Loma Systems, Inc.

Jan. 31, 2006
Food temperature measurement system curbs energy costs

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Loma Systems, Inc.'s new Celsius non-destructive temperature measurement system for refrigerated food applications helps processors manage and control energy costs.

With more and more refrigerated food plants being forced to take a critical look at energy line items due to recent increases in refrigerant costs, the Celsius unit can help plant managers minimize erring on the side of excessively reducing refrigeration temperatures to meet quality parameters.

The Celsius non-destructive temperature measurement system yields consistent accuracy from –30°C to +30°C to within + 0.2°C, which makes it superior to other temperature sensing methods. Additionally, the unit includes:

  • A gold-plated chamber to minimize energy absorption and increase accuracy;

  • Easy programming for up to 100 products via control panel graphic interface;

  • Bar code scanner interface which saves operator entry time;

  • Data download to Windows NT network via Ethernet or built-in floppy disk bay.

Celsius relies on microwave thermometry to measure the passive microwave radiation emitted by organic materials such as food products. The technology represents a significant departure from the hand-held, thermocouple devices or infrared technology that are currently being used to measure temperature in food products. Additionally, Celsius allows for more frequent temperature measurements during the process and is an active component to any process management system.

Thermocouple probe temperature measurement depends largely on the operator’s ability to accurately insert the probe and read results. Further, once the probe has penetrated the product and/or package, the item is no longer suitable for sale.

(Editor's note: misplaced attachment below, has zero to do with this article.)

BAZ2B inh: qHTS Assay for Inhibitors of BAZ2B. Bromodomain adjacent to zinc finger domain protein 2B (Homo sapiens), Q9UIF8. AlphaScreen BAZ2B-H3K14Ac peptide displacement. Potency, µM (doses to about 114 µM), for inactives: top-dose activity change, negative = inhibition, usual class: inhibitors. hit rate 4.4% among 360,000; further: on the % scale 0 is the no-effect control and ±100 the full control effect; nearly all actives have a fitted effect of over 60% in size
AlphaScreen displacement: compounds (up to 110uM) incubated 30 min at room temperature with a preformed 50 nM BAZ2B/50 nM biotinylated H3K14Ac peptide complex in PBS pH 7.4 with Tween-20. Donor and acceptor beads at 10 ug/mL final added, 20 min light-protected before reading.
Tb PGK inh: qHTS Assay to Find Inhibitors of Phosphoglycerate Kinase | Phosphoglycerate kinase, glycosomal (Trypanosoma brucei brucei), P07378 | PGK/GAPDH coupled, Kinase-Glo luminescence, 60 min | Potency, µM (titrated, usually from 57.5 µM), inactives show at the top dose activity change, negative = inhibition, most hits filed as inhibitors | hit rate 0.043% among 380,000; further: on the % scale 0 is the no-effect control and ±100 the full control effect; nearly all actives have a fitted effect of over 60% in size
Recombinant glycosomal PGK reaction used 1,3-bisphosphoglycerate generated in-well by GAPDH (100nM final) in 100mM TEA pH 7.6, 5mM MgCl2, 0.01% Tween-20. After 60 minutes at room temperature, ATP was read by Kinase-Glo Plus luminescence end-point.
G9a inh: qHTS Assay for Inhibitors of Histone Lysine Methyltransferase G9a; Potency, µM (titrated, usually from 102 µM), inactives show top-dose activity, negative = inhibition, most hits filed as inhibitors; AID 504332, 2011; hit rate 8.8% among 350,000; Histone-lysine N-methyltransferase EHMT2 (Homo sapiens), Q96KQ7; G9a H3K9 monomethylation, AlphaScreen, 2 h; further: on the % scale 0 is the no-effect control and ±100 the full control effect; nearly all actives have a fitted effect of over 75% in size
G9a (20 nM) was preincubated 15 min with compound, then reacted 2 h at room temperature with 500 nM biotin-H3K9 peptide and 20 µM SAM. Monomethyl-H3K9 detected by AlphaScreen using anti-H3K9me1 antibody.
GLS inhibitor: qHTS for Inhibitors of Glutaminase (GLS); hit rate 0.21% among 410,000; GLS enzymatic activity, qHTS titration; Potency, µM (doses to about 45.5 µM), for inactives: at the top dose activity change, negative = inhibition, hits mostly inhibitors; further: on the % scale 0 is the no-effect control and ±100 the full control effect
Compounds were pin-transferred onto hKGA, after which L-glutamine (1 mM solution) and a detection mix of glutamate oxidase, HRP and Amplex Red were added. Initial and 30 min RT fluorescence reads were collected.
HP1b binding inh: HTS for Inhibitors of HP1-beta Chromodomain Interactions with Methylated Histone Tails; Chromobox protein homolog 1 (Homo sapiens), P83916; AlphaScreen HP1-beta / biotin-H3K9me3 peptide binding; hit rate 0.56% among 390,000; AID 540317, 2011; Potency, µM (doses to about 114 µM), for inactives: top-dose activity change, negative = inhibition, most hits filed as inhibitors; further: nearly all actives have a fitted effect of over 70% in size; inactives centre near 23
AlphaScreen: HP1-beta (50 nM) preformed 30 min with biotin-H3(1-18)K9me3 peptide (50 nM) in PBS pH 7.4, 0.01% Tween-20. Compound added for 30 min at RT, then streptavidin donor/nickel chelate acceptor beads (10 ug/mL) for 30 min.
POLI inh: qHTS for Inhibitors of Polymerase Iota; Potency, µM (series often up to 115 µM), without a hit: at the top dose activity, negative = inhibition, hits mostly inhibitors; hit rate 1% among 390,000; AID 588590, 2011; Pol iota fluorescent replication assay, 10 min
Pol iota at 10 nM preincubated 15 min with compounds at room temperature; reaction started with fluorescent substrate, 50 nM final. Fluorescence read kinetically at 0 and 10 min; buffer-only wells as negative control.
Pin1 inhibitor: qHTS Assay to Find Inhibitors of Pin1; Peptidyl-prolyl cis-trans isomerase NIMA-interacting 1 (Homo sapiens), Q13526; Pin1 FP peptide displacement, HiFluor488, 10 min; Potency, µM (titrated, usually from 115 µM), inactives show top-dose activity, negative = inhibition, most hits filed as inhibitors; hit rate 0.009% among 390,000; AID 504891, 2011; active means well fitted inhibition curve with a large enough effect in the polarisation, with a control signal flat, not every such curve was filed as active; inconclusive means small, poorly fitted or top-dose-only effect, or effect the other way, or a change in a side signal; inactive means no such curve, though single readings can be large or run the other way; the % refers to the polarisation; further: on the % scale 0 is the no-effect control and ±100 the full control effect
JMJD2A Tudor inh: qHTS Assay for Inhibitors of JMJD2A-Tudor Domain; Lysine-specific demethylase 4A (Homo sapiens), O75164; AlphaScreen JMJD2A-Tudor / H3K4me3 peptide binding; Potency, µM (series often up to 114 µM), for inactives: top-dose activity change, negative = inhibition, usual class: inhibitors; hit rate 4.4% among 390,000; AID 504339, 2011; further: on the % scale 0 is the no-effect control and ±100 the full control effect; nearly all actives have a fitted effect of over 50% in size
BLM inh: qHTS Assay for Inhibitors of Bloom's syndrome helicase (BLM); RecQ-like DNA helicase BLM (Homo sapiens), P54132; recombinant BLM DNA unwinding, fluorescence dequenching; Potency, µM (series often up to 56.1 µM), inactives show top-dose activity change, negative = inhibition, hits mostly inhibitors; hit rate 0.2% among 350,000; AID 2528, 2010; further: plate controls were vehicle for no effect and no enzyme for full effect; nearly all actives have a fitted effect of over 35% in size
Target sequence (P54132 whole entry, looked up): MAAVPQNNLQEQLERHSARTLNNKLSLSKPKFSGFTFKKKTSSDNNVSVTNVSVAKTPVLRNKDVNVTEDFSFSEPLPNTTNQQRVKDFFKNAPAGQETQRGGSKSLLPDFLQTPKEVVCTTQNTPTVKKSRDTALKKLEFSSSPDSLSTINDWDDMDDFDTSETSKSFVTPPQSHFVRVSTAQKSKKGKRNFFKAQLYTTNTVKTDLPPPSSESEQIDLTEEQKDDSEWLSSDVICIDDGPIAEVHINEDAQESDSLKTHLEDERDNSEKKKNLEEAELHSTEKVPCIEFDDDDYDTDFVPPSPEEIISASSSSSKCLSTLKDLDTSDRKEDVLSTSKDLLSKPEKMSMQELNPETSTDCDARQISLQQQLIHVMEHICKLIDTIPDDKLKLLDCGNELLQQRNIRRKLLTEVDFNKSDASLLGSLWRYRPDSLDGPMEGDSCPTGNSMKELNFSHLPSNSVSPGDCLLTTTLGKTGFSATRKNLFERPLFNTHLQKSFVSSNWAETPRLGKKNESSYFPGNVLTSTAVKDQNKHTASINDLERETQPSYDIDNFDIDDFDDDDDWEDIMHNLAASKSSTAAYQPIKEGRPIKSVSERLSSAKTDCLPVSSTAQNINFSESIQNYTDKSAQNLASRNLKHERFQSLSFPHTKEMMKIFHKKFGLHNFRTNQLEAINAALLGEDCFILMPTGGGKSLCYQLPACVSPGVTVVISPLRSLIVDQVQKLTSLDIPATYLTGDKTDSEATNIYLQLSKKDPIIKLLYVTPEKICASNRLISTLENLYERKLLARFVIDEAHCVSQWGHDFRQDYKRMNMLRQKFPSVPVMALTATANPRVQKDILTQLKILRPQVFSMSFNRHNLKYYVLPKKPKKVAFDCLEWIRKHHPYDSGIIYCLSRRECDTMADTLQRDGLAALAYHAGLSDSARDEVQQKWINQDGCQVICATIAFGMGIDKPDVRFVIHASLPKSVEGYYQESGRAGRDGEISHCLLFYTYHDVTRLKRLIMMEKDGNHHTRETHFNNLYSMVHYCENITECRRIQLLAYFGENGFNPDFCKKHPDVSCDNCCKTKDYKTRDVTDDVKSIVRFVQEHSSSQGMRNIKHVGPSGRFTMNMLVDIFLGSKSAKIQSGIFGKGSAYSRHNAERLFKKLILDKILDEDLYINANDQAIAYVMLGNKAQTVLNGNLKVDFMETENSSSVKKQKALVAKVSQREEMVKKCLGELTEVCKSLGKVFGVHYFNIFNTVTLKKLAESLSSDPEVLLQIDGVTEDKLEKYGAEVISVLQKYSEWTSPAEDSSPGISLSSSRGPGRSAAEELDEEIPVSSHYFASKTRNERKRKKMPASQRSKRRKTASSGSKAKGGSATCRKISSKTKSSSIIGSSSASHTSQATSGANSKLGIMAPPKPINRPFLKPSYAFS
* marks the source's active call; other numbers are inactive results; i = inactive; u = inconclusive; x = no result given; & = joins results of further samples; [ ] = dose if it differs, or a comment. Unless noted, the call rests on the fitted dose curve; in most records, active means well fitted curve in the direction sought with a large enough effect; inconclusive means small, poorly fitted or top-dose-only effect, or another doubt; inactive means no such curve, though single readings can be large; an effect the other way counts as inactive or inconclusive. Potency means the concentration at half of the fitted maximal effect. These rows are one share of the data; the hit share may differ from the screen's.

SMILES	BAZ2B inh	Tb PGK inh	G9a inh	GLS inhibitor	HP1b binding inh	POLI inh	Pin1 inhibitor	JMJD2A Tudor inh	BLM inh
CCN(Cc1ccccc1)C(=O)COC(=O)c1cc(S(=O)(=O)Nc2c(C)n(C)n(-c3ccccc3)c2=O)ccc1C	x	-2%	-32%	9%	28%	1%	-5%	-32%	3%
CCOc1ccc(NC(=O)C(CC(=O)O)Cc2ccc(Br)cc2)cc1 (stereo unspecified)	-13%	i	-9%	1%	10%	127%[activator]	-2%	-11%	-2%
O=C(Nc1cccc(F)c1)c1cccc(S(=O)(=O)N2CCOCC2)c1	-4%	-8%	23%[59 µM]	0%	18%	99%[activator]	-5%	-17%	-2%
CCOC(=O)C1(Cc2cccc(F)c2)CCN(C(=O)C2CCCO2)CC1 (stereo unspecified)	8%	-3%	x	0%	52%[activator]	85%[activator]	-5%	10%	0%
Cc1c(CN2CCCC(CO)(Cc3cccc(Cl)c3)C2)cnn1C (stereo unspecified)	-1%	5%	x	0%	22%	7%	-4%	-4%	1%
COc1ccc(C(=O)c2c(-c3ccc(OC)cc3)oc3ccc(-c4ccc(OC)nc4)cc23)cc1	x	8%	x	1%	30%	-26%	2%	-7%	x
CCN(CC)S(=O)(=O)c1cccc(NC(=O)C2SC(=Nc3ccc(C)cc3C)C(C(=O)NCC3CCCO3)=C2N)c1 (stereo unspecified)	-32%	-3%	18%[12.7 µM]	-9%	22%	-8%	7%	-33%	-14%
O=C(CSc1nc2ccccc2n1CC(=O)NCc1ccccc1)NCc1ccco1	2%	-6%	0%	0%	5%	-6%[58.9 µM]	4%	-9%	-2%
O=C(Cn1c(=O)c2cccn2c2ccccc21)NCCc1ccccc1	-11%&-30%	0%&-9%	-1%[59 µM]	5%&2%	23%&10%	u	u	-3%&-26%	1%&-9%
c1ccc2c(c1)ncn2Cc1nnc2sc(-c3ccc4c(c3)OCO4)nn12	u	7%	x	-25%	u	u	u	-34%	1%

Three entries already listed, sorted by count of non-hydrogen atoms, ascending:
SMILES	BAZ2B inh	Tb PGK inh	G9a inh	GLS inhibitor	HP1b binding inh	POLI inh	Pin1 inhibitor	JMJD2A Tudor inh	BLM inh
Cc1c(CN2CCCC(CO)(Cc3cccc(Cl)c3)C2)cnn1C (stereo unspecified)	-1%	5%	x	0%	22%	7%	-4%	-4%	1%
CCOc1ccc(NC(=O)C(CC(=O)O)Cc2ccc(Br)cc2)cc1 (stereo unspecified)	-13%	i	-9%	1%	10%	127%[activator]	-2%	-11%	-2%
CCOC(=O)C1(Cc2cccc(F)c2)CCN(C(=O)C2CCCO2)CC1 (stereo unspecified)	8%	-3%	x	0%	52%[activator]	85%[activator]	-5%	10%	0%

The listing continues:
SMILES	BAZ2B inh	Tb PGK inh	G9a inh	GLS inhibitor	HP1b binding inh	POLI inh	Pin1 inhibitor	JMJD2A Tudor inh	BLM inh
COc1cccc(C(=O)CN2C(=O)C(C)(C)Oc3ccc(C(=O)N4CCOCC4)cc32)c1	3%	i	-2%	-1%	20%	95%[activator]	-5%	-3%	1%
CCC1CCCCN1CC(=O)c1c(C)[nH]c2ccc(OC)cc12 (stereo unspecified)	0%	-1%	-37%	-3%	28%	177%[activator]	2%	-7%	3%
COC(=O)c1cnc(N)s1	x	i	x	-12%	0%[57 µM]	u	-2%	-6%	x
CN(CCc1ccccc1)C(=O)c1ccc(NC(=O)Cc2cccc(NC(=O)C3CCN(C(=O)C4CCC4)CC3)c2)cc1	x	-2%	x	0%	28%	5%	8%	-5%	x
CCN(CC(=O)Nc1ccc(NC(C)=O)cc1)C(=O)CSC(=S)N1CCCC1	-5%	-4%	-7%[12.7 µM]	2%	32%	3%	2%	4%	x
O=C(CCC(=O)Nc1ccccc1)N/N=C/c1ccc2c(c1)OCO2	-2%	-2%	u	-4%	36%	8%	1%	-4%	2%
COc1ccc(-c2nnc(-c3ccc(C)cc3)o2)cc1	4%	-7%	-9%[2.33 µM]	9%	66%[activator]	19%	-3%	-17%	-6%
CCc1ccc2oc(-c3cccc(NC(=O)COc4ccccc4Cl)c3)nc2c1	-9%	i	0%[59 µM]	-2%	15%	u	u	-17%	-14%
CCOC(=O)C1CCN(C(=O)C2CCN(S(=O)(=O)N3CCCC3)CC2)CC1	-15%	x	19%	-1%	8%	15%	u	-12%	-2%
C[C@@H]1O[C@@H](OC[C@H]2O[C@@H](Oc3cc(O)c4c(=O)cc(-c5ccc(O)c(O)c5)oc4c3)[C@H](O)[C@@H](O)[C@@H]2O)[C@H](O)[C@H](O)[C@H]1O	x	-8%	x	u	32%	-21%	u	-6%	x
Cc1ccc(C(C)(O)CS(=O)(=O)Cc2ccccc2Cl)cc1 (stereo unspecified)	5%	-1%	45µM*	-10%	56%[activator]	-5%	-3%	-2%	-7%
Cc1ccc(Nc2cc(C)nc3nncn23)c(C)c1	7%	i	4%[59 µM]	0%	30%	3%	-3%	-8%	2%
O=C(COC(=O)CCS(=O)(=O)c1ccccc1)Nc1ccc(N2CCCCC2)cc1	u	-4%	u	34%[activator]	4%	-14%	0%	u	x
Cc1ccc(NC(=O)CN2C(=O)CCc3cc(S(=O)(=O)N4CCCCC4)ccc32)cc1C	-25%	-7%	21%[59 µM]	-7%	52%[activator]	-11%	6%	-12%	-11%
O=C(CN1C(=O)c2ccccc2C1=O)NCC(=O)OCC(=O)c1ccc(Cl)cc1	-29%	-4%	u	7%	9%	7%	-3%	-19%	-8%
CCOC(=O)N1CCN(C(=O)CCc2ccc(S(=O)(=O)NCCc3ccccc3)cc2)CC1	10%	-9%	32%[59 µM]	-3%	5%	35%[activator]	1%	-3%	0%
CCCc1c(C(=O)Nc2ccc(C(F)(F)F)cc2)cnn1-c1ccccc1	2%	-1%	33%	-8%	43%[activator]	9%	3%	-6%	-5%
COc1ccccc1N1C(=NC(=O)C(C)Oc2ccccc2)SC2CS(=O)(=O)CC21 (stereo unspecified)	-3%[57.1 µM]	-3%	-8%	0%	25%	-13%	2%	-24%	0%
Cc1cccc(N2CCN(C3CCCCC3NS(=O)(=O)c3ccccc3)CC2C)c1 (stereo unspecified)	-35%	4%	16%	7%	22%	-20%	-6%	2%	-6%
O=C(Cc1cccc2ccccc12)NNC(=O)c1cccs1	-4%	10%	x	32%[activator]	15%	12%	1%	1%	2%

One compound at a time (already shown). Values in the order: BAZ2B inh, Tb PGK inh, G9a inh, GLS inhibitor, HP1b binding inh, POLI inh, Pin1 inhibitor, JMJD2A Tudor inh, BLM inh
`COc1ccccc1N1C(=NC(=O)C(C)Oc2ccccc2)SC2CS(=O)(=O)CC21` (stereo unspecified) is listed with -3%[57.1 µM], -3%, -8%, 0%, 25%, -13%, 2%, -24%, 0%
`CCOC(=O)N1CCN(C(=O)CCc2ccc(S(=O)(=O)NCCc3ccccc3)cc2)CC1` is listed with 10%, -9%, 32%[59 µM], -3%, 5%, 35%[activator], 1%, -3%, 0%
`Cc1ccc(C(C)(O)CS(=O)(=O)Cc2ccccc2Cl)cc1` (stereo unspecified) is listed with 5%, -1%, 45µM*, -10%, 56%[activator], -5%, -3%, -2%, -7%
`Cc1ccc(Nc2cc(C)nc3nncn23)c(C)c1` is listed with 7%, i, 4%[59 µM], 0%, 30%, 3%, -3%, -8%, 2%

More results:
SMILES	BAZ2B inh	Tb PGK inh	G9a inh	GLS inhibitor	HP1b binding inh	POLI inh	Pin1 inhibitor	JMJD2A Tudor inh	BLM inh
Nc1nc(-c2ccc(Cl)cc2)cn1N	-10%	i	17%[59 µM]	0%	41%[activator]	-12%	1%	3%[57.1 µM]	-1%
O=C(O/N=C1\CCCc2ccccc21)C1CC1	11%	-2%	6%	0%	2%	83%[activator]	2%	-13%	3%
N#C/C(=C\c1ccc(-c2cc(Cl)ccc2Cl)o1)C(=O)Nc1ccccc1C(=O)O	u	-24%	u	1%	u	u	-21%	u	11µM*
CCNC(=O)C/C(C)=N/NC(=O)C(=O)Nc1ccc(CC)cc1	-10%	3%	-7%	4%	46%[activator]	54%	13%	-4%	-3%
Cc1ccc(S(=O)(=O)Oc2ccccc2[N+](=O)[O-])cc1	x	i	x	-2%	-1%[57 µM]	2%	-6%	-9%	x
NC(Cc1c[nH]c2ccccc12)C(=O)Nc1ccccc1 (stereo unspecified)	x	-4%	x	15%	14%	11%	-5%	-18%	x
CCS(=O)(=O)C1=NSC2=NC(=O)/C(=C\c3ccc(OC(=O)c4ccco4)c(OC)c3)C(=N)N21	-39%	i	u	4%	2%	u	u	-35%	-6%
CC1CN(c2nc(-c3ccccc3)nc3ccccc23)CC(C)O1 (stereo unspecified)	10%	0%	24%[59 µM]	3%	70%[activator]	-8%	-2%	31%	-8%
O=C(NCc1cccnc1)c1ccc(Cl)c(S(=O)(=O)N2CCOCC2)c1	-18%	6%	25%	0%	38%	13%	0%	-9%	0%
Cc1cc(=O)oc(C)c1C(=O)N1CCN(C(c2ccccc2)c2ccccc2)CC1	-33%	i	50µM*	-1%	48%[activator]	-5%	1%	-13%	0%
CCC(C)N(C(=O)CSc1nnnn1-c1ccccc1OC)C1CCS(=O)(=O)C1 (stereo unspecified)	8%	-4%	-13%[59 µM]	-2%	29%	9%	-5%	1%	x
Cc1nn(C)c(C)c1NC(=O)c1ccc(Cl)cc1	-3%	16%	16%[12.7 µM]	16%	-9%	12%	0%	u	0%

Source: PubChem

Food manufacturers have reported the loss of hundreds of thousands of dollars of product due to this invasive measurement procedure. Some also have reported incurring additional energy costs by decreasing refrigeration temperatures to insure product quality in chilled and frozen food products.

Because of Celsius’ ability to deliver accurate results, plant operators will be better able to manage energy costs, thereby achieving fast payback for the unit.

In the case of competitive infrared technology, although the procedure is non-invasive, these systems measure surface and not core temperature. The results can potentially be misleading and can create a safety hazard situation.

Celsius measures the passive microwave energy at the molecular level being radiated by a product. As a result, the whole product is measured, accounting for temperature gradients throughout the product. The result at the time of measurement is the equilibrium temperature or what the final resting temperature of the product will be once the temperature stabilizes after freezing.

Celsius technology does not require an intrusive probe. Further, because the readings are taken across the entire product and calculated electronically, more accurate results are presented. As such, the human error element common in other technologies is removed from the equation.

In a production environment, the product is simply removed from the production line, taken to the quality lab and placed into the Celsius cabinet. Readings are taken and if the results meet the temperature parameters that have been set, the product is returned to the line and allowed to continue through the distribution cycle.